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Our Understanding Of The Mysterious Nodding Syndrome

There is much we do not know about this mysterious and debilitating disease, but it is certainly horrible.

Russell is a Science Writer with IFLScience and has a PhD in the History of Science, Medicine and Technology

Dr. Russell Moul

Russell is a Science Writer with IFLScience and has a PhD in the History of Science, Medicine and Technology.

Science Writer

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It may be that the parasite carried by blackflies could be causing the mysterious Nodding syndrome. Image Credit: SciePro/Shutterstock.com

There are still many medical unknowns in the world, and one curious example is a little-understood condition that has baffled doctors and researchers for decades. Known as “Nodding syndrome”, it has affected people – almost exclusively children – in parts of East Africa since it was first identified in the 1960s, but no one yet knows what exactly it is and where it came from.

What do we know about Nodding syndrome?

Nodding syndrome is an unexplained neurological condition characterized by episodes of repetitive nodding of the head. These episodes appear similar to epilepsy, often accompanied by seizures and convulsions

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The condition’s effects are debilitating, and its onset can stunt growth and mental development. Strangely, the early signs of the nodding condition seem to manifest when children are about to eat, or sometimes when they are cold, but such episodes are brief. 

At the moment, known cases have been limited to communities in South Sudan, Tanzania, and northern Uganda, where thousands of children have been affected, according to Abdinasir Abuakar, a physician with the World Health Organization (WHO). But researchers are still trying to figure out whether this mysterious disease is isolated to these regions or is spreading to new communities. 

Nodding syndrome was first officially described by Dr Louise Jilek-Aall while she was researching epilepsy among the Wapogoro people of Mahenge, Tanzania, in the early 1960s. Jilek-Aall observed that “eight patients began two or three months before the major attacks with ‘nodding head'”. These children began nodding when presented with food and they tended to exhibit impaired cognitive and physical development.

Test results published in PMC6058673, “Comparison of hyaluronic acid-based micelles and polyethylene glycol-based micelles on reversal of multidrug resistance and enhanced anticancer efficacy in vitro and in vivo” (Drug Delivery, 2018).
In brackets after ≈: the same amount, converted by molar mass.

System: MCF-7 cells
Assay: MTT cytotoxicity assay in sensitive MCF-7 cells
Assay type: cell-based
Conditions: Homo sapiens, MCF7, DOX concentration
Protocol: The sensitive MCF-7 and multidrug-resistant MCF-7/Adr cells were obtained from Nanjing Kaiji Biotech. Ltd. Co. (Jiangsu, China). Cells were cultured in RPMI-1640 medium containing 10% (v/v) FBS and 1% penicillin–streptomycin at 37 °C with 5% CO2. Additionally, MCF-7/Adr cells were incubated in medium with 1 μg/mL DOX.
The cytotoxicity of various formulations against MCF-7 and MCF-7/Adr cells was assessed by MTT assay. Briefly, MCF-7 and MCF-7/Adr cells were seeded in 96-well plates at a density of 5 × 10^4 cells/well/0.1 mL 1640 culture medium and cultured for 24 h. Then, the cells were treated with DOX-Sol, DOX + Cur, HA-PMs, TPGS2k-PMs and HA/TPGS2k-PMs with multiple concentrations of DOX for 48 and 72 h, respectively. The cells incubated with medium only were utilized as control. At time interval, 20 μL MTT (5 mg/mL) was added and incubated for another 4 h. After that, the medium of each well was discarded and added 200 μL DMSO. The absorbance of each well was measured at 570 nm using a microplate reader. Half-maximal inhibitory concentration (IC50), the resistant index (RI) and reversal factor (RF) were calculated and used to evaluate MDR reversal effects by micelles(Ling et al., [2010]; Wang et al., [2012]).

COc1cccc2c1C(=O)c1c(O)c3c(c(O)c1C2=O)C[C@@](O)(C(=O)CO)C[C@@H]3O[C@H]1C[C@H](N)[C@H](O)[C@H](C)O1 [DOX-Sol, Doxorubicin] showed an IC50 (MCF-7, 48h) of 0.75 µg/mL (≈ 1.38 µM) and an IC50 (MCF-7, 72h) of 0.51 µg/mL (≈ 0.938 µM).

Since then, more intense research has been conducted by the WHO, the American Centers for Disease Control and Prevention (CDC), and many other teams of scientists. In 2012, the WHO conducted a review meeting on the subject of Nodding syndrome and recognized Jilek-Aall’s descriptions as the first recorded instances of the disease, it also noted that she had actually captured evidence of it in earlier studies conducted in the 1930s. 

What is thought to cause Nodding syndrome?

At present, although Nodding syndrome remains an enigma, there is some consensus on a possible cause. It is currently thought that the parasitic nematode worm, Onchocerca volvulus, may be at the root of the syndrome. O. volvulus is known to cause onchocerciasis, or river blindness, and infests all the areas affected by Nodding syndrome. Moreover, it looks like many – if not all – of the children with the condition live near rivers, which strengthens this possible connection. Interestingly, the potential link between this parasite and epilepsy was observed in patients in Mexico as far back as the 1930s. 

If the parasite is involved in the illness, then we are still unsure how, as the worm is pretty common in other areas where there is no evidence of Nodding syndrome. Moreover, patients with Nodding syndrome have not shown evidence of having the worm in their spinal fluid, which is usually an indication of infection. 

An alternative hypothesis focuses on what is called molecular mimicry, which sees a patient’s immune system overreacting to the parasite and attacking its own proteins in a case of mistaken identity. This could lead to neuron damage that accounts for the symptoms, yet this is also currently unconfirmed. 

At present, there is no known cure for Nodding syndrome, though research into its possible causes continues in earnest. The WHO and CDC, who back the O. volvulus hypothesis, are calling for more work to be done on eradicating black flies, which are known to spread the parasite. Although it is still unclear as to whether this is directly linked to Nodding syndrome, the eradication of the flies would be a step in the right direction for curving other infections as well. 

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The content of this article is not intended to be a substitute for professional medical advice, diagnosis, or treatment. Always seek the advice of qualified health providers with questions you may have regarding medical conditions.   

All “explainer” articles are confirmed by fact checkers to be correct at time of publishing. Text, images, and links may be edited, removed, or added to at a later date to keep information current.  


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